I wasn’t going to read The Luminaries. After its spike in popularity following the Booker Prize, I saw a dozen or so reviews of it and was intimidated by references to it being “intricately plotted” or offering “dazzling complexity.” One blogger suggested to not worry about what was going on until after page 400, then it would start making sense. Another took copious notes to keep track of the shifts in perspective, plot, clues and characters. The setting of the New Zealand gold rush did not particularly interest me, and descriptions of the astrological ordering of the book sounded unnecessarily arcane. At a humdinging 800+ pages, I swore not going to read it for popularity’s sake. No, no thank you.
But then old Amazon put it on a Kindle daily deal for a mere $2.99. I purchased with one-click. Despite a dozen or so unread books on my Kindle and stacks more paper ones vibrating for attention, I was drawn to The Luminaries like a moth to a flame. Like a prospector to an unexplored hillside or creek bed. Like a warrior in search of greenstone. Like an opium addict for the pipe. I started reading and I simply could not stop…
Which says a lot, since I got to the end of the book last night and am still not sure what exactly happened. Catton’s writing is incredibly readable — she is a deeply intelligent and lucid writer. I enjoyed every one of her sentences, even when I had no idea where she was taking me. And one cannot help be absolutely dazzled by what it took to plot this novel. It would be a disservice to her prose skills to say The Luminaries is only about the plot, but certainly, you are aware several pages in that this is a plot to end all plots. I really do think it was her genuinely good writing that made me keep on and on. Also, I believed that blogger who said it would come together after 400 pages. Well, yes, and no.
So what is The Luminaries about? Twelve men meet in a bar and a thirteenth walks in. Who are these men — what is each one’s character and motivation? They are all here to talk about one man who is dead, another who is missing, a woman whose actions on a certain night make no sense, and a fortune in gold of uncertain origins and ownership. We spend the whole novel unraveling this mystery and these characters. I think I got most of it — I often had to go back and reread, searching for clues dropped in earlier chapters. Yet, I am also completely confused about the last 20 pages or so when the chapters are reduced to one page or less and our luminaries themselves move more to the center yet we are given but mere waning crescent of glimpses of them. I sound arcane!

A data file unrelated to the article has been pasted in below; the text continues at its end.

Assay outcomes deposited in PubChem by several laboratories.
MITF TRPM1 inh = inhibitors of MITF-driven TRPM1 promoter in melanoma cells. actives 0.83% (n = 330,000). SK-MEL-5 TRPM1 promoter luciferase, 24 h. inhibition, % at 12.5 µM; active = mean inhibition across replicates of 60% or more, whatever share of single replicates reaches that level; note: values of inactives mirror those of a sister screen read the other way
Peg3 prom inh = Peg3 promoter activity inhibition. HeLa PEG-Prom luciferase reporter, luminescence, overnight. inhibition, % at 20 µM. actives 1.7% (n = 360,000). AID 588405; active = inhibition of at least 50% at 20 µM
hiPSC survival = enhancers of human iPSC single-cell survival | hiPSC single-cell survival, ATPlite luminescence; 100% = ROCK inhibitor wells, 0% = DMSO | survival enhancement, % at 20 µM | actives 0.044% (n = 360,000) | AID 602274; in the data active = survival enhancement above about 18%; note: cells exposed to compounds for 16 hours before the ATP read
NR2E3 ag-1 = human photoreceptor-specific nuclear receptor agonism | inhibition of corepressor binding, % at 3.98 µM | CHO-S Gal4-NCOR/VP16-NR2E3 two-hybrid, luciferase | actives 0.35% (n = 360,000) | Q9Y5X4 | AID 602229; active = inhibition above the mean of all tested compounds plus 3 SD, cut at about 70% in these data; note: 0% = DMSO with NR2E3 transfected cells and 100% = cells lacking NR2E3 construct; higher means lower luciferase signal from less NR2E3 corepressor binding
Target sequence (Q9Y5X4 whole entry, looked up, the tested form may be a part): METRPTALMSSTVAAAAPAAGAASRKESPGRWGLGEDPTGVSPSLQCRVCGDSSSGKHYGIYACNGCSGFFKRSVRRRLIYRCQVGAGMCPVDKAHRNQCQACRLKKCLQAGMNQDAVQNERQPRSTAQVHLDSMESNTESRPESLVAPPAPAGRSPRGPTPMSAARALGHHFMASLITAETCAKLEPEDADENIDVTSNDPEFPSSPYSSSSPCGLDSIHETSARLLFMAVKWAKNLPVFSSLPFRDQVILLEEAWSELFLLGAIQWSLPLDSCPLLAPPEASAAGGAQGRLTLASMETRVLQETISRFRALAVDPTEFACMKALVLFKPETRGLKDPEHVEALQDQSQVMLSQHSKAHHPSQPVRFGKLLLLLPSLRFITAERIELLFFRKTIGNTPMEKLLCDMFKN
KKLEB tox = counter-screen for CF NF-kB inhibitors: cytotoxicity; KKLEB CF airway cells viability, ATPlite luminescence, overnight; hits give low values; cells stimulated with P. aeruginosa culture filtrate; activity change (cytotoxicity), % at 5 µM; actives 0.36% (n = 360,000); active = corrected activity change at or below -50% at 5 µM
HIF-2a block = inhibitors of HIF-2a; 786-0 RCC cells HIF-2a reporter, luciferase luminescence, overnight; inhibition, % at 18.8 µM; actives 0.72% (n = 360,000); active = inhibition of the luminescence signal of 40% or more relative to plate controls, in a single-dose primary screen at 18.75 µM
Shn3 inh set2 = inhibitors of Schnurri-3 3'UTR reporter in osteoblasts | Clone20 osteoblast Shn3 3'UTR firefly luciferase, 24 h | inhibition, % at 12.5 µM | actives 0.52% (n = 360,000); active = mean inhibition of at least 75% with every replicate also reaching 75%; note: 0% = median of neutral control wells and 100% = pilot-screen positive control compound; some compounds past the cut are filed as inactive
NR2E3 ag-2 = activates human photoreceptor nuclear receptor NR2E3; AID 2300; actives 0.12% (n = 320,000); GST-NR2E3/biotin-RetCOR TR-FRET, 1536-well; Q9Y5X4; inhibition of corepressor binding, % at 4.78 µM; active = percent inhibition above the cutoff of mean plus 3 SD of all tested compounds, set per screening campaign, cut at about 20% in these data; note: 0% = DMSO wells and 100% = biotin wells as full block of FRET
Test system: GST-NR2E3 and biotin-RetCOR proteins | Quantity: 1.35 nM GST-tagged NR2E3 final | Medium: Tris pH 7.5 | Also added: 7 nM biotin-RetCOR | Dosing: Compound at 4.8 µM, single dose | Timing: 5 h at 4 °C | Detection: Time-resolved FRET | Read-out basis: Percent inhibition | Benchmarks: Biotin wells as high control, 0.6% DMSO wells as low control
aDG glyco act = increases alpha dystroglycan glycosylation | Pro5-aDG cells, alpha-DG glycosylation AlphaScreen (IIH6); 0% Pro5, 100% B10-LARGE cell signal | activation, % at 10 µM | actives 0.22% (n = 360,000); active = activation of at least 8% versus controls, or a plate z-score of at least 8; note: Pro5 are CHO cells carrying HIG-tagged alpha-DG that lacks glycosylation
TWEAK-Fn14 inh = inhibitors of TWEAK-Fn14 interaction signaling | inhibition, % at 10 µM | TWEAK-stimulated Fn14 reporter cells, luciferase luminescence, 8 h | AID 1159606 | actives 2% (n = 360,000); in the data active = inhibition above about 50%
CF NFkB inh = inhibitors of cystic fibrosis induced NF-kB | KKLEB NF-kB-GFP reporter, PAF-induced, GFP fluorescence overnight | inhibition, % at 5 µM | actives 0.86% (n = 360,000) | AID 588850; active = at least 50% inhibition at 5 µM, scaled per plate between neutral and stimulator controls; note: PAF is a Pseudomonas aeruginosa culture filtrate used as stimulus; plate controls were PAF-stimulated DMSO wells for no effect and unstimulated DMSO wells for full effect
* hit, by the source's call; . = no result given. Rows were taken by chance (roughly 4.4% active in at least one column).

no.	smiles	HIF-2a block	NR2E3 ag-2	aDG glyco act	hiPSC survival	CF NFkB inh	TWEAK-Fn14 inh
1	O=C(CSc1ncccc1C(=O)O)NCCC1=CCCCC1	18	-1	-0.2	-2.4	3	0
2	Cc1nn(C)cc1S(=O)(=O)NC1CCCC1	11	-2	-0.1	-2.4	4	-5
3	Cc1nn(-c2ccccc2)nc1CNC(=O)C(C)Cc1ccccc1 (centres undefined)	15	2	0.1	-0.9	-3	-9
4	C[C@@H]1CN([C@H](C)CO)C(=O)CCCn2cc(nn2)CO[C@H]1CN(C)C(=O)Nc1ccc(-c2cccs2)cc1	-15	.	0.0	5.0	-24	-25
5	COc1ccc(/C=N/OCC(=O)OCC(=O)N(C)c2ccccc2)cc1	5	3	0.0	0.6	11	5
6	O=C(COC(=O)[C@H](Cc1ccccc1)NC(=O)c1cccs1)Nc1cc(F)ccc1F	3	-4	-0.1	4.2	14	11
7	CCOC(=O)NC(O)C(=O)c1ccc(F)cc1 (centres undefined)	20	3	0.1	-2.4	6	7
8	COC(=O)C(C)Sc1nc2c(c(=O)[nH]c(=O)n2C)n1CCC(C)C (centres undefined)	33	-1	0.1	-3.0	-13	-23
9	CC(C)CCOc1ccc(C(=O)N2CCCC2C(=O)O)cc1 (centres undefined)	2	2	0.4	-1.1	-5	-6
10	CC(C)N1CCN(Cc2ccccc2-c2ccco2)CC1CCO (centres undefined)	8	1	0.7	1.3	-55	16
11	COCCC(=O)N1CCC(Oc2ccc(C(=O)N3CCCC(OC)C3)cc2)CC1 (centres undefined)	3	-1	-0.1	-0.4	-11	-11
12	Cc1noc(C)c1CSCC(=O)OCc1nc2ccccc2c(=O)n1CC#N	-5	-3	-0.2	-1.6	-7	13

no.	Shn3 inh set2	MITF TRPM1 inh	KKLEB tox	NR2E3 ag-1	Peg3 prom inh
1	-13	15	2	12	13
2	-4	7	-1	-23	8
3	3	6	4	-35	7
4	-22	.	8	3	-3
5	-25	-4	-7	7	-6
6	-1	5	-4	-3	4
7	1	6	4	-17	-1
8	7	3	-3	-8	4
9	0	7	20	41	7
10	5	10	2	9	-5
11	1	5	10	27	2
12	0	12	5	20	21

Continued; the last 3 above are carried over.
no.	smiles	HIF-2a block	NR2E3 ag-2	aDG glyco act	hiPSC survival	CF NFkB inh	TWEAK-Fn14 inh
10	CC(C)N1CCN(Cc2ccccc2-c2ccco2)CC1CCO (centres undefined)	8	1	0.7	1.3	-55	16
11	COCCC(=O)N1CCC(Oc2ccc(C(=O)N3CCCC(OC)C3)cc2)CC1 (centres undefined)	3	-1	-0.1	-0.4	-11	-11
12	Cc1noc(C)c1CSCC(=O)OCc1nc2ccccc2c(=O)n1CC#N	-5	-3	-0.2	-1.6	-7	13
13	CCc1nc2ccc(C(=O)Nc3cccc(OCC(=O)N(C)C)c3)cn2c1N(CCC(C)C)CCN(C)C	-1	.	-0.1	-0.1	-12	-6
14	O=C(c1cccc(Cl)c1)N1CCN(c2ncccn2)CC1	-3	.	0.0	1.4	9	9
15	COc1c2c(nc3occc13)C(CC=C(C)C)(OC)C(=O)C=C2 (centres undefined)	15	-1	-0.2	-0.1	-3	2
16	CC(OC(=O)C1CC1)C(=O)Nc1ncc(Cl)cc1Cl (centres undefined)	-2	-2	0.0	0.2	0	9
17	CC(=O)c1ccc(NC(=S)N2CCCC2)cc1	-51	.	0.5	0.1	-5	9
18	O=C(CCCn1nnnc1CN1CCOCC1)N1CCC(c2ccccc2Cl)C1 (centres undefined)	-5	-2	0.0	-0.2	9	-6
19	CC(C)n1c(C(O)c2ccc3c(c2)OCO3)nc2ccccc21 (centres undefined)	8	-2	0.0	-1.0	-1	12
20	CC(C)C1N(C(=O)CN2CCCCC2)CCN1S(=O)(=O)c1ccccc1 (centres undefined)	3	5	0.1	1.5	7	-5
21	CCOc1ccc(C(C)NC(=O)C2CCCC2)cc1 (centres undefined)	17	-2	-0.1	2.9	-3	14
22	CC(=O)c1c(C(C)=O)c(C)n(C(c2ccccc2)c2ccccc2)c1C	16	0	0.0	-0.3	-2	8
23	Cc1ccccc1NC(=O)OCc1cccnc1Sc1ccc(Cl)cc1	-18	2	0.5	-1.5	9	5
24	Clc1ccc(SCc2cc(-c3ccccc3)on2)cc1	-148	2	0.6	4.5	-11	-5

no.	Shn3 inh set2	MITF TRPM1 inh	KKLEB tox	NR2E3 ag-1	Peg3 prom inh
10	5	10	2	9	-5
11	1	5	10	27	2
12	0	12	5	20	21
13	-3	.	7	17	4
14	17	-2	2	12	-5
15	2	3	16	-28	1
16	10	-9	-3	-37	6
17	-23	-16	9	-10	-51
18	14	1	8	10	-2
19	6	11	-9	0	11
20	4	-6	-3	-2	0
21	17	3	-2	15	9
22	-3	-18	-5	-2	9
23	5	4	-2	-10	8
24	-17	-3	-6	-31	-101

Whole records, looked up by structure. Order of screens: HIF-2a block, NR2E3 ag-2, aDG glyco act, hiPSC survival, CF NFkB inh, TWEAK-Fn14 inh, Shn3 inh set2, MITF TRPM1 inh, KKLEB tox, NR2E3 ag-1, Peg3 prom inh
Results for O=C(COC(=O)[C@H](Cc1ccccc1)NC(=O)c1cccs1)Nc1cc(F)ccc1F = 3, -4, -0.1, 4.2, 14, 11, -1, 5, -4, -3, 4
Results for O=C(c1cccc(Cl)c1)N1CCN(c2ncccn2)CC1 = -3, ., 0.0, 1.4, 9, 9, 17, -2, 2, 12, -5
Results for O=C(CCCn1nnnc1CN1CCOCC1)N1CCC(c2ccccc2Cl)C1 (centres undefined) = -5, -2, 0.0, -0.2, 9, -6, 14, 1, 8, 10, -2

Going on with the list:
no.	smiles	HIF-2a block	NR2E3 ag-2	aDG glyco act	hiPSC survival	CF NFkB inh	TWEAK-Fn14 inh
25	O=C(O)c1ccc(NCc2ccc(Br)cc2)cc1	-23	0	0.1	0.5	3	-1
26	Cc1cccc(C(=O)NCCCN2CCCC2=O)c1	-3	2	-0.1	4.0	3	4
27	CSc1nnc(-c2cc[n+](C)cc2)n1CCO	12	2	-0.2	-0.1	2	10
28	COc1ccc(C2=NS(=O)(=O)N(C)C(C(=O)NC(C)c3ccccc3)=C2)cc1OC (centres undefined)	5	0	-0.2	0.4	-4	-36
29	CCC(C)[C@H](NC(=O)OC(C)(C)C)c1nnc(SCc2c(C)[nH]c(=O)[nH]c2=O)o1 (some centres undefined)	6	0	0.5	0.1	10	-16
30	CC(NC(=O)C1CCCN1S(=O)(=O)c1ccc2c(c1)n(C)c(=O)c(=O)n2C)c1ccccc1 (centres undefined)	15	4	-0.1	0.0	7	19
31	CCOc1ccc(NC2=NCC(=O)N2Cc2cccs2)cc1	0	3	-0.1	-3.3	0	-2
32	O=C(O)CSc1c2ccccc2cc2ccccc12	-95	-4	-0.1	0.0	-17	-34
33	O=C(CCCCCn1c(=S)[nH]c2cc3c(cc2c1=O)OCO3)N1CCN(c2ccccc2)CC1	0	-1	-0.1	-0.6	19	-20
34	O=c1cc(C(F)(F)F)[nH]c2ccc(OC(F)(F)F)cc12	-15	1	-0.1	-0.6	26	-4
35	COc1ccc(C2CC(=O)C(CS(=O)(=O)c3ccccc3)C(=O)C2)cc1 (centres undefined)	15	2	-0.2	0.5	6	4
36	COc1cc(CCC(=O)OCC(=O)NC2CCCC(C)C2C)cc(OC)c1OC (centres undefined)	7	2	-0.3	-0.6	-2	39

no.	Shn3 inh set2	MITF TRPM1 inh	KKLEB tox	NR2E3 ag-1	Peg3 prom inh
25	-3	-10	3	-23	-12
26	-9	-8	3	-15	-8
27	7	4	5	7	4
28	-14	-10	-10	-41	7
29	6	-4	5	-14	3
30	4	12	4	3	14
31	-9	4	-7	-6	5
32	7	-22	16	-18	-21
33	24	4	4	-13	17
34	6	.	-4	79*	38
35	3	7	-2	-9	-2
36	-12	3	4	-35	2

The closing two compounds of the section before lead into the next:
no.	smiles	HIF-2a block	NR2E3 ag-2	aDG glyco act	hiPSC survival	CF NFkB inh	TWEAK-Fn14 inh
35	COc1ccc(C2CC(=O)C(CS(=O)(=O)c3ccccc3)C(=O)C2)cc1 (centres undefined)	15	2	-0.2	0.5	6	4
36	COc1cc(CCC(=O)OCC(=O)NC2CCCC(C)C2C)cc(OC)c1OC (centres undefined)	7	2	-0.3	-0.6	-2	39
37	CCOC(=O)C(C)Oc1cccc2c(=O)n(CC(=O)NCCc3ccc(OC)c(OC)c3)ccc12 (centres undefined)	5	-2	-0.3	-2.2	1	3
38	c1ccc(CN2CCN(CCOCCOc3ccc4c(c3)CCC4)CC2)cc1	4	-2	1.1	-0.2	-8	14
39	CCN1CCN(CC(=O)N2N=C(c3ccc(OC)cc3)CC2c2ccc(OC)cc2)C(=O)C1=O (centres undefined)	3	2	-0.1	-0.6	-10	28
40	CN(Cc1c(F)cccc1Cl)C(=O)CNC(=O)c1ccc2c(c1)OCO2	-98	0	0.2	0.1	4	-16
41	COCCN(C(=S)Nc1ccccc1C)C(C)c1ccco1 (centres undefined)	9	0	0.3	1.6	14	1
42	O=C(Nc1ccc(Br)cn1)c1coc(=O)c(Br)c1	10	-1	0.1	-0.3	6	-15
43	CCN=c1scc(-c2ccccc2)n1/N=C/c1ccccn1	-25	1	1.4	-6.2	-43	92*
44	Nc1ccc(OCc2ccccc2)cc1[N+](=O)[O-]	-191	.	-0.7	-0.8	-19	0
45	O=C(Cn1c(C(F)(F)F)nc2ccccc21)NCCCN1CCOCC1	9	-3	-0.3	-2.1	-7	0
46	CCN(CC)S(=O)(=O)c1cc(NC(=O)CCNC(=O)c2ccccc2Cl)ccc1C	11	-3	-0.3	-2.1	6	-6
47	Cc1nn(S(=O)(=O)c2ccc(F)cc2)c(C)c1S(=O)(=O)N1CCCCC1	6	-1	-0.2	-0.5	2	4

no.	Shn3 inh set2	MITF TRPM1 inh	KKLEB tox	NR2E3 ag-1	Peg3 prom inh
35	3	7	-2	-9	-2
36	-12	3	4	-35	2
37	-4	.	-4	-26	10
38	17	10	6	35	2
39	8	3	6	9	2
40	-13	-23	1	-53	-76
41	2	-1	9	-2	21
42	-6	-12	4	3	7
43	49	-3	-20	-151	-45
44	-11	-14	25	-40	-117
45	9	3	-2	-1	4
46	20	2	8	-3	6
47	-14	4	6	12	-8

This is the sort of book that easily demands rereading. Also, I can imagine benefiting tremendously from careful note taking and group discussion at various points along the book. Yet, I also think you can read it, as I did, without fretting too much about understanding everything and simply enjoy the writing, the weird and wonderful characters, the setting, and the aha! moments. Still, it left me feeling a bit unsatisfied that I can not better describe what it was about, only that I liked it enough to not be able to stop reading.
Little, Brown and Company, 2013
2 thoughts on “The Greatest Book I Didn’t Understand: The Luminaries”
I liked it immensely, too, through all the intricacies of the plot and appearance of characters. What a spectacular feat of Eleanor Catton! I can’t imagine how she wrote it, when reading it required untangling enough. I think you did a marvelous job of reviewing a most complex book.
And, thanks for the follow. It’s nice to meet you. 🙂
Thank you, DB! It’s nice to meet you too and thank you for the kind words. I read somewhere that Catton said she often wrote herself into a corner and despaired at ever finding a way to make the Plot of Plots work out. Can you imagine what she’s going to do next?!
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